Okay, this sounds rather straightforward doesn't it? The services are identical: retail furniture stores. Therefore a lesser degree of similarity between the marks is needed to support a finding of likely confusion. The marks FURNITURE BOBS and BOB'S DISCOUNT FURNITURE are not to be considered side-by-side, but rather as if encountered separately. Registrant disclaimed DISCOUNT FURNITURE, and the word FURNITURE in applicant's mark is surely descriptive. But what about third-party uses and registrations of BOB and FURNITURE? In re Horizon Merchant, Inc., Serial No. 86736229 (July l0, 2017) [not precedential] (Opinion by Judge Jyll Taylor).

Applicant maintained that the cited mark BOB'S DISCOUNT FURNITURE is very weak when considered in the light of third-party registrations and uses of marks in the furniture industry, which evidence shows that consumers are able to distinguish these businesses on the basis of small differences between the marks.

The Board found, however, that the 29 registrations cited by applicant, that contained variants of "Bob" (including Robert and Roberta), were of little probative value because the two marks at issue here are much closer to each other than the third-party registered marks. The three dozen third-party uses, however, were more interesting.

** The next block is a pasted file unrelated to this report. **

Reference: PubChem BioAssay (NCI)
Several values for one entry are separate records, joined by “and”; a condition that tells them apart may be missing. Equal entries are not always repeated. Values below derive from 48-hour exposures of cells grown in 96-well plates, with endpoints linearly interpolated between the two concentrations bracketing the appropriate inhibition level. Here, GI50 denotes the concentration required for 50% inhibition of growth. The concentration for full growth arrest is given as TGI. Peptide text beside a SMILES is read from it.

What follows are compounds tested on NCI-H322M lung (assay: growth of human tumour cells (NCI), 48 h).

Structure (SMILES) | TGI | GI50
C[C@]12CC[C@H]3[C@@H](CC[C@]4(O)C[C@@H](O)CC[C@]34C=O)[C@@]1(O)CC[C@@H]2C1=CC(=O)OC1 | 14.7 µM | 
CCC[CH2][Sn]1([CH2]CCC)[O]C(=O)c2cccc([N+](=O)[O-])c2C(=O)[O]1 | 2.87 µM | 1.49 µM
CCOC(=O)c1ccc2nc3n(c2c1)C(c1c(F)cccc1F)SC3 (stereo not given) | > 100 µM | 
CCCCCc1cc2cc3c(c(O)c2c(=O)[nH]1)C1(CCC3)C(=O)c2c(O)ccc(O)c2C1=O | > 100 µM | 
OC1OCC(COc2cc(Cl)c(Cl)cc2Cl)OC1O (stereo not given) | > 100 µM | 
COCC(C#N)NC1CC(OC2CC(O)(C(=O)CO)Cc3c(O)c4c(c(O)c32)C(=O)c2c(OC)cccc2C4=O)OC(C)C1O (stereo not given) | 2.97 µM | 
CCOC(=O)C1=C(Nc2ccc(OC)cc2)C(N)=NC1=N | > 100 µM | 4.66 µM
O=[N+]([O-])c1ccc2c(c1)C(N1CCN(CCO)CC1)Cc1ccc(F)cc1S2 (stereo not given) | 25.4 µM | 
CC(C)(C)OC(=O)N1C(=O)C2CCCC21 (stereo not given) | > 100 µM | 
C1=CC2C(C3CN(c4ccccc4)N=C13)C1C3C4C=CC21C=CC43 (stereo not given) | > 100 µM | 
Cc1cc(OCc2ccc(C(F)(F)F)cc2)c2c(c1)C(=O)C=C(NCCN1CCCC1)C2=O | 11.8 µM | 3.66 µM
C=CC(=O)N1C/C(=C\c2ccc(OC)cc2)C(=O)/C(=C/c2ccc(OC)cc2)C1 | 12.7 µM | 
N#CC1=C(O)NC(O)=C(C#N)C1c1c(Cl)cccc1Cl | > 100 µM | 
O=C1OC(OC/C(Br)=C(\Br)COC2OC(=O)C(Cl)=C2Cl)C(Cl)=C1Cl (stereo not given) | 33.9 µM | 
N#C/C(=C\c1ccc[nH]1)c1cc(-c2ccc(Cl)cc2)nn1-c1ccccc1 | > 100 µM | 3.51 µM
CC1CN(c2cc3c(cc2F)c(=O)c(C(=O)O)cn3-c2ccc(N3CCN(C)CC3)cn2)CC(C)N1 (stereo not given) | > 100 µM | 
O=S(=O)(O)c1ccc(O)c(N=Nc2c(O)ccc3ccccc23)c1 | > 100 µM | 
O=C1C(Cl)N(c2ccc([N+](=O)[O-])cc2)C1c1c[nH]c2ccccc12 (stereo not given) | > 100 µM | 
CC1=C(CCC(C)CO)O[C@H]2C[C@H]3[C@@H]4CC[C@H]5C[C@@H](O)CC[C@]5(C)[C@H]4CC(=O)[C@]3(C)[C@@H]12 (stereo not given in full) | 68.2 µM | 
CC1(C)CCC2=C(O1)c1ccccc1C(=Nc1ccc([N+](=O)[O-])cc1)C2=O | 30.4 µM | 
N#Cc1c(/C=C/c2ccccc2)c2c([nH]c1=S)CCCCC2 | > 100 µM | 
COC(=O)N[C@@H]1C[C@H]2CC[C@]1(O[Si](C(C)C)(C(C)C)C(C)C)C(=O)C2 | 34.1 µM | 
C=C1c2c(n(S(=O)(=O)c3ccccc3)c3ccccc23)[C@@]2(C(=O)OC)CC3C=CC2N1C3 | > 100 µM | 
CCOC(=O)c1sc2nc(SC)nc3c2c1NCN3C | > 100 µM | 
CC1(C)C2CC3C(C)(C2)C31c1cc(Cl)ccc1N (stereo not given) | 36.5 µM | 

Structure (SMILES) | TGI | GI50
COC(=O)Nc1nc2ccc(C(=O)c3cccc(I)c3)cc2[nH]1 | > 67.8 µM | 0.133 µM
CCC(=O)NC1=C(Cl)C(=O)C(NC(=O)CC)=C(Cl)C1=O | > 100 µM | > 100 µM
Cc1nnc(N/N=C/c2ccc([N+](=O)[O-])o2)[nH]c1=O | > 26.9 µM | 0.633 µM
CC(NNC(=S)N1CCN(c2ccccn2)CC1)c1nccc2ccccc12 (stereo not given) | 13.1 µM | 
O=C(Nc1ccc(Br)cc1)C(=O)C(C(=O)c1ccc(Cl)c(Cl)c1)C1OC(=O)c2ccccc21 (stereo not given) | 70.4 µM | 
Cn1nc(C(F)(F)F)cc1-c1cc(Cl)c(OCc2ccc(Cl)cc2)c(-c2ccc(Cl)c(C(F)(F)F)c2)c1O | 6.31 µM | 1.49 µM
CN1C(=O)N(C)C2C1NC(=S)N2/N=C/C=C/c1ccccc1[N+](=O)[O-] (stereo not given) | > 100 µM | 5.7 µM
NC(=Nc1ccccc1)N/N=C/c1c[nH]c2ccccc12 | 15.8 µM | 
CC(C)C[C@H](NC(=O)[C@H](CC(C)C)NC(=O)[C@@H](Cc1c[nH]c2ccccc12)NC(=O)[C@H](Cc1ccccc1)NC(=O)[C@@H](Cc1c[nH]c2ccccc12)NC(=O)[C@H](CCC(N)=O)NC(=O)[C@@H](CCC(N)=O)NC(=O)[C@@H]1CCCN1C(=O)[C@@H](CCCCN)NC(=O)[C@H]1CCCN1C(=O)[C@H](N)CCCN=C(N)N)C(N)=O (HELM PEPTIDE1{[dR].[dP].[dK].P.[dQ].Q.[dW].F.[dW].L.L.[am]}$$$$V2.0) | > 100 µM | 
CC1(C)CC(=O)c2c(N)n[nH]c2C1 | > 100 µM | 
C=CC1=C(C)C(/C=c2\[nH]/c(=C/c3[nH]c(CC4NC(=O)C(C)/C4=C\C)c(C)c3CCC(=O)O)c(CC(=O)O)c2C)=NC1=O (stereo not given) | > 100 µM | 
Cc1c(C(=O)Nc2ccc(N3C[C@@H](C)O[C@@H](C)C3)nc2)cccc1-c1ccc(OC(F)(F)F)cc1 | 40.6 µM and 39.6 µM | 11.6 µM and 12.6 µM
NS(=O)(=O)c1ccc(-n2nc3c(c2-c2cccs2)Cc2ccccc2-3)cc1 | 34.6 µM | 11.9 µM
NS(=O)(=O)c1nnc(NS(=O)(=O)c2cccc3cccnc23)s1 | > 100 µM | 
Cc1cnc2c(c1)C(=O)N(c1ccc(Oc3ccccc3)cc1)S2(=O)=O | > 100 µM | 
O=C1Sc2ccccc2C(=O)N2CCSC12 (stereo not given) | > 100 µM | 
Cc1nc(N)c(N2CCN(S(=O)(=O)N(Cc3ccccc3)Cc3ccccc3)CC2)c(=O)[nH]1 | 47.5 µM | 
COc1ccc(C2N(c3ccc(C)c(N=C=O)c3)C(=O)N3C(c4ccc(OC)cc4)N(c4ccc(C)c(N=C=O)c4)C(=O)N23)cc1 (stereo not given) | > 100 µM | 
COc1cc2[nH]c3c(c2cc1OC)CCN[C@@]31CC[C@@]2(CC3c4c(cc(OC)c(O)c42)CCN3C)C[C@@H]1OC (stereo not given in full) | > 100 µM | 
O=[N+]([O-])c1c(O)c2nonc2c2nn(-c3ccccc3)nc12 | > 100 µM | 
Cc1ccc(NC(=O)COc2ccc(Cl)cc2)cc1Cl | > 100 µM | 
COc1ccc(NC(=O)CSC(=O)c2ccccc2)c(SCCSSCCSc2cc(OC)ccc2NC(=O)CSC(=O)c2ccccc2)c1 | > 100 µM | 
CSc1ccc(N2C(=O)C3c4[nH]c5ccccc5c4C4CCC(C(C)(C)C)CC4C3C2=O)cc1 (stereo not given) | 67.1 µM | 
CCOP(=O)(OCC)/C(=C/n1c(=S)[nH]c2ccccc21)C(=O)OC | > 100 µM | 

Of the third-party uses, eleven included both "Bob" or "Bob's" and "Furniture." Of those, six included additional terms that distinguished the marks and altered their commercial impressions: BOB’S FURNITURE & BEDDING, BOB’S FURNITURE REPAIR SERVICE, BOB’S FURNITURE & AUCTION, BOB MILLS FURNITURE, BOB’S FURNITURE HOSPITAL and BOB LOFTIS FURNITURE. [Five of them seem pretty relevant to me - ed.].

The remaining five uses - BOB’S FURNITURE, BOB’S NEW & USED FURNITURE, BOB’S FURNITURE OUTLET, BOB’S FURNITURE AND BOB’S FAMILY FURNITURE - "do not evidence such a widespread and significant use of the terms 'BOB'S' and "FURNITURE' in the furniture industry that we can conclude that the cited mark is so weak that the public would be able to distinguish the source of Applicant's services from those of Registrant by the slight differences in their respective marks."

The Board noted that in Jack Wolfskin there were at least 14 relevant third-party uses and registrations, and in Juice Generation there were 26.

The Board recognized that there is a "certain degree of weakness in the cited mark, but even weak marks are entitled to protection against similar marks for identical goods and/or services.

And so the Board found confusion likely and it affirmed the refusal.